Dreamtime of the Aboriginies provides a succinct overview of the dreaming and encapsulates how Aboriginals habituate and value their environment.  The short documentary offers information on environmental features of Australia, survival skills adopted and religious beliefs about the environment.   The source is a useful teaching resource as it is at the appropriate level for stage 3 and is highly engaging and concise.  The use of this documentary in the classroom covers the professional standard of 2.6.2 as it integrates ICT into learning programs to make selected content meaningful.

 

Teaching Idea:

The teacher could present the film to the students and then instruct them to complete a work sheet in order to reflect on the film.  Worksheets are a useful teaching tool as they enable students to compile a structured reflection of their new knowledge.  Worksheets address the professional standard of 3.2.2 which prompts teachers to implement structured teaching and learning programs to engage students.

 

Assessment:

In order to gauge the students learning, questions on the worksheets should be directed to the content of the film and also draw on the student’s broader knowledge of Aboriginal Dreaming. Some questions could include: According to ancient Aboriginal Dreaming, how did the landscape come into being?, What harsh weather conditions do the Aboriginal people in the documentary endure in the outback?, What regions of Australia do Aboriginal people habitate?  As argued by Buehl (2008) the use of worksheets provides students with a well organised visual display and “engages students in the crucial comprehension process of synthesising understanding” (p170).

 

Literacy Outcomes:

 WS3.9: Produces a wide range of well-structured and well-presented literary and factual texts for a wide variety of purposes and audiences using increasingly challenging topics, ideas, issues and written language features.


References

 

Buehl, D. (2008). Classroom Strategies for Interactive Learning. United States of America: International Reading Association.

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Creation Story of the Maya | Living Maya Time

Creation Story of the Maya | Living Maya Time | Aboriginal Dreaming: Creation of the world and Natural Phenomena | Scoop.it
Sophie E's insight:

This site can be used as a comparative study when learning about Aboriginal Dreaming and the environment.  A asserted by Mestre and Ross (2011) during comparative studies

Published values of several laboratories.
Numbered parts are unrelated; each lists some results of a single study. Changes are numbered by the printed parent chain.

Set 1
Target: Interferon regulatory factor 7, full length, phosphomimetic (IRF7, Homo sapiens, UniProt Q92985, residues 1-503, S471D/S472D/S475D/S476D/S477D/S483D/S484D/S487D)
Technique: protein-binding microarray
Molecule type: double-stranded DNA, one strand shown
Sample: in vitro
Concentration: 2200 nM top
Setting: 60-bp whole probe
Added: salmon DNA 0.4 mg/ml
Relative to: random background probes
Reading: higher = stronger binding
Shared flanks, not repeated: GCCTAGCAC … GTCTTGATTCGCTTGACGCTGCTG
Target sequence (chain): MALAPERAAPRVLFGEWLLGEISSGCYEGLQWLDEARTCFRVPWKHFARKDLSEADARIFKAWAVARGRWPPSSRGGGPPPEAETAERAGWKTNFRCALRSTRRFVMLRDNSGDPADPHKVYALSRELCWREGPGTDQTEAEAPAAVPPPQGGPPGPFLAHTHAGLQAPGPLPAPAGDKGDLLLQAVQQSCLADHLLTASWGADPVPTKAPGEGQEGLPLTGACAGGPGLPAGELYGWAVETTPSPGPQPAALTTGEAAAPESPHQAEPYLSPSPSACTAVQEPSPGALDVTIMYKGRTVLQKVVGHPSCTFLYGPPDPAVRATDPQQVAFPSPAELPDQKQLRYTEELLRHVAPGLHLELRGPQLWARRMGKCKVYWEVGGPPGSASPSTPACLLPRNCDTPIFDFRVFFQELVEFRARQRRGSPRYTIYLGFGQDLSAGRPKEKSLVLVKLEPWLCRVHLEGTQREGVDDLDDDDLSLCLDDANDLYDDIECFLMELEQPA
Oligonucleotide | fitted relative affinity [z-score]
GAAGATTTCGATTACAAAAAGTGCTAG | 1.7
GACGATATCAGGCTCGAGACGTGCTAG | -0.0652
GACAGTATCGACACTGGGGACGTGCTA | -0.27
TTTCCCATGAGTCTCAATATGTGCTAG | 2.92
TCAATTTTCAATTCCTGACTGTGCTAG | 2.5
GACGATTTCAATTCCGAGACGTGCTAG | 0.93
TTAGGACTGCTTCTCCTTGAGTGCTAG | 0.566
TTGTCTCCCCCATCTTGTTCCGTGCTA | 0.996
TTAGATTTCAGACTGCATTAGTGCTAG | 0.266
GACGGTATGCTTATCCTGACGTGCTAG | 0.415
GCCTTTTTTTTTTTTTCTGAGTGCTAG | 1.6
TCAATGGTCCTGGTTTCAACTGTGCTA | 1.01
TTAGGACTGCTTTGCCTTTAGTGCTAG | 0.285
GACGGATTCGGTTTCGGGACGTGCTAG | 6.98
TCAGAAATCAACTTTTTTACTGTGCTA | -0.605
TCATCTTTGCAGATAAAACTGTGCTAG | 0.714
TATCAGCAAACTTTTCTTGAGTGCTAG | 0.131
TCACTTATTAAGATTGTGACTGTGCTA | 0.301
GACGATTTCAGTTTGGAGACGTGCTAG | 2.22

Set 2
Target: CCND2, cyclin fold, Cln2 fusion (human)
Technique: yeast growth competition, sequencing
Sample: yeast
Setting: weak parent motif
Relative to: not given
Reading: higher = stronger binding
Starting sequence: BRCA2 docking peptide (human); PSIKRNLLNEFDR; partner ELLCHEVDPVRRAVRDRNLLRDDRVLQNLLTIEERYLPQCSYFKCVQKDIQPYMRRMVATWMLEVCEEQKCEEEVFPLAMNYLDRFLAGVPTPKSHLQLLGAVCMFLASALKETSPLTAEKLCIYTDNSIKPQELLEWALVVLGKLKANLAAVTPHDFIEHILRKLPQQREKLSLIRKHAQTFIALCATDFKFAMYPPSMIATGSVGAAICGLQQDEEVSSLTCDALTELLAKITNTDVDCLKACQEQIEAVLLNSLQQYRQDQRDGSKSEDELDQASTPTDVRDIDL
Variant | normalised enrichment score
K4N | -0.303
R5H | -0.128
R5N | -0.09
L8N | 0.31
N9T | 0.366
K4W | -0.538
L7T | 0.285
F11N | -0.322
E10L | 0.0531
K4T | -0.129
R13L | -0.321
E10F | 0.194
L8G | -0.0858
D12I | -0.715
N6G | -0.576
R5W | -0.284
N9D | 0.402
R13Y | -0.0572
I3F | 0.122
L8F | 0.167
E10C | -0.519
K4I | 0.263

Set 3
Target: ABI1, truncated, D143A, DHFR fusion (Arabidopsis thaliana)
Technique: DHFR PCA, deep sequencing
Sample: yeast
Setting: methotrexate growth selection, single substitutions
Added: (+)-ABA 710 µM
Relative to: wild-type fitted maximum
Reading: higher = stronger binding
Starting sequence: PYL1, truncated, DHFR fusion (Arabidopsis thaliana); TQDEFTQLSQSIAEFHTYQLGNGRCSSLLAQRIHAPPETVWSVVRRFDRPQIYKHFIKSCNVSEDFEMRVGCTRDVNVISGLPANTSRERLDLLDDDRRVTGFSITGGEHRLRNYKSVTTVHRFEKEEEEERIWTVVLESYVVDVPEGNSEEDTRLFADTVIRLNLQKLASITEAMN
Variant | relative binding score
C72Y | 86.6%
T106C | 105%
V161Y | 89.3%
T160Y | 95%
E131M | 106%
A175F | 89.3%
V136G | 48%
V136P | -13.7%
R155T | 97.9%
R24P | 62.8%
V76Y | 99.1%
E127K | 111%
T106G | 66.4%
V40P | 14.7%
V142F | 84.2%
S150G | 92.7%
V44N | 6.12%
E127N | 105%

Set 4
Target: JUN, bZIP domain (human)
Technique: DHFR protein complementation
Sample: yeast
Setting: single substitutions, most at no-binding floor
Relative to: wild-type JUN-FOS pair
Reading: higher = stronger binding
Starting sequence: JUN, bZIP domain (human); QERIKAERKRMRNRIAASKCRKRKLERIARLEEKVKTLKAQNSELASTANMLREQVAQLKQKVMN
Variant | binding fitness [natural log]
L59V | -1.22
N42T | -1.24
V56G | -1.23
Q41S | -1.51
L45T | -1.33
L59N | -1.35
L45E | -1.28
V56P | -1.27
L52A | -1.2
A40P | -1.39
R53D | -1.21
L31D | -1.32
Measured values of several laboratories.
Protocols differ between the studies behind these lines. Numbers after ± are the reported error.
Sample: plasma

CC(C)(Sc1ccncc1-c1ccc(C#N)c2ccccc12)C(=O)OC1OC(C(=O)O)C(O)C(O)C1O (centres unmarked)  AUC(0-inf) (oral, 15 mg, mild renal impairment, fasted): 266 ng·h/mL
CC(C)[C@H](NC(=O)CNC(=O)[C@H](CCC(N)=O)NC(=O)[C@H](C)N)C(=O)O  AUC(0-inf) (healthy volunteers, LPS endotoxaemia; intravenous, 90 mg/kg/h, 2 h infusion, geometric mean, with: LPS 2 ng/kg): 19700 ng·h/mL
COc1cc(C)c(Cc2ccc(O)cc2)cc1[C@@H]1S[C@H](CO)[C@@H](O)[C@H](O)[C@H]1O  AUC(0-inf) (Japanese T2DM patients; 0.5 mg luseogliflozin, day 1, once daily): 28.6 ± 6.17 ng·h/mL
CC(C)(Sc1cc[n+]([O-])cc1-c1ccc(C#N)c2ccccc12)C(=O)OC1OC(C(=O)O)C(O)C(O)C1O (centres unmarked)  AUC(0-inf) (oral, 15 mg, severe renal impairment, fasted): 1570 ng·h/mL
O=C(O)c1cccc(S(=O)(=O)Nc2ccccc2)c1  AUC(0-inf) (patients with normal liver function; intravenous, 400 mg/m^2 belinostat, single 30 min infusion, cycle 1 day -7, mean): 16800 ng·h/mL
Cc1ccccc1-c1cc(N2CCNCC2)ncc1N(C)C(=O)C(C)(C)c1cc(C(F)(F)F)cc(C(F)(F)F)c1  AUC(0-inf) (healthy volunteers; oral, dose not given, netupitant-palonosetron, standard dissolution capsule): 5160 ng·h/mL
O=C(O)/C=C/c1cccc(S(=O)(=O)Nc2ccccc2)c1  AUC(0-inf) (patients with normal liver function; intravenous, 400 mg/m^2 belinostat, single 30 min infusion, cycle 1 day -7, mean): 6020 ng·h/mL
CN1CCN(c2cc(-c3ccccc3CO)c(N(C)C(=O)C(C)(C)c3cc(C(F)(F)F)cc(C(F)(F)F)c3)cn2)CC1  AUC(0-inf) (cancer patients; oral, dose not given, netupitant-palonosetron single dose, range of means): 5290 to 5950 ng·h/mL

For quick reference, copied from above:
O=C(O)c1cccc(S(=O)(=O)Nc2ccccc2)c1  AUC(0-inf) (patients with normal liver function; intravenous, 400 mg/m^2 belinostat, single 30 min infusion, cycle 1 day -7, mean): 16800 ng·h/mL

“people notice potentially relevant features in two unfamiliar examples by identifying their similarities and focusing on and making sense of these similarities” (p213).  Therefore students can reinforce their understanding of Aboriginal Dreaming and the environment by broadening their knowledge of global perspectives.  The use of this website when learning about dreaming also allows students to develop an understanding of the interconnectedness between Australia and global environments (ENS3.5).

 

Teaching Idea:

Students could watch the film Creation Story of the Maya and read the accompanying excerpt.  The teacher could then brainstorm with the class and write the student’s thoughts on the board about the similarities and differences Mayan mythology has to Aboriginal Dreaming of creation.

 

Assessment:

To assess the student’s knowledge on Aboriginal Dreaming in comparison to this case study, the teacher could ask the students to create their own mind map poster using a computer that illustrates the similarities and differences between the two indigenous cultures.  The use of technology in the task aligns with the professional teaching standard of incorporating strategies to promote the use of ICT in learning and teaching (4.5.2).  Mind maps are a useful learning tool as they allow for learners to connect ideas and navigate difficult concepts with greater ease (Buehl 2008).  By comparing the two perspectives students can notice common values and beliefs held by indigenous communities in relation to the environment (ENS3.6).

 

Literacy Outcomes:

 WS3.9: Produces a wide range of well-structured and well-presented literary and factual texts for a wide variety of purposes and audiences using increasingly challenging topics, ideas, issues and written language features.

WS3.12: Produces texts in a fluent and legible style and uses computer technology to present these effectively in a variety of ways.

TS3.2: Interacts productively and with autonomy in pairs and groups of various sizes and composition, uses effective oral presentation skills and strategies and listens attentively.


References

 

Buehl, D. (2008). Classroom Strategies for Interactive Learning. United States of America: International Reading Association.

Mestre, J., Ross, B. (2011).  The Psychology of Learning and Motivation: Cognition in Education. United States of America: Elsevier.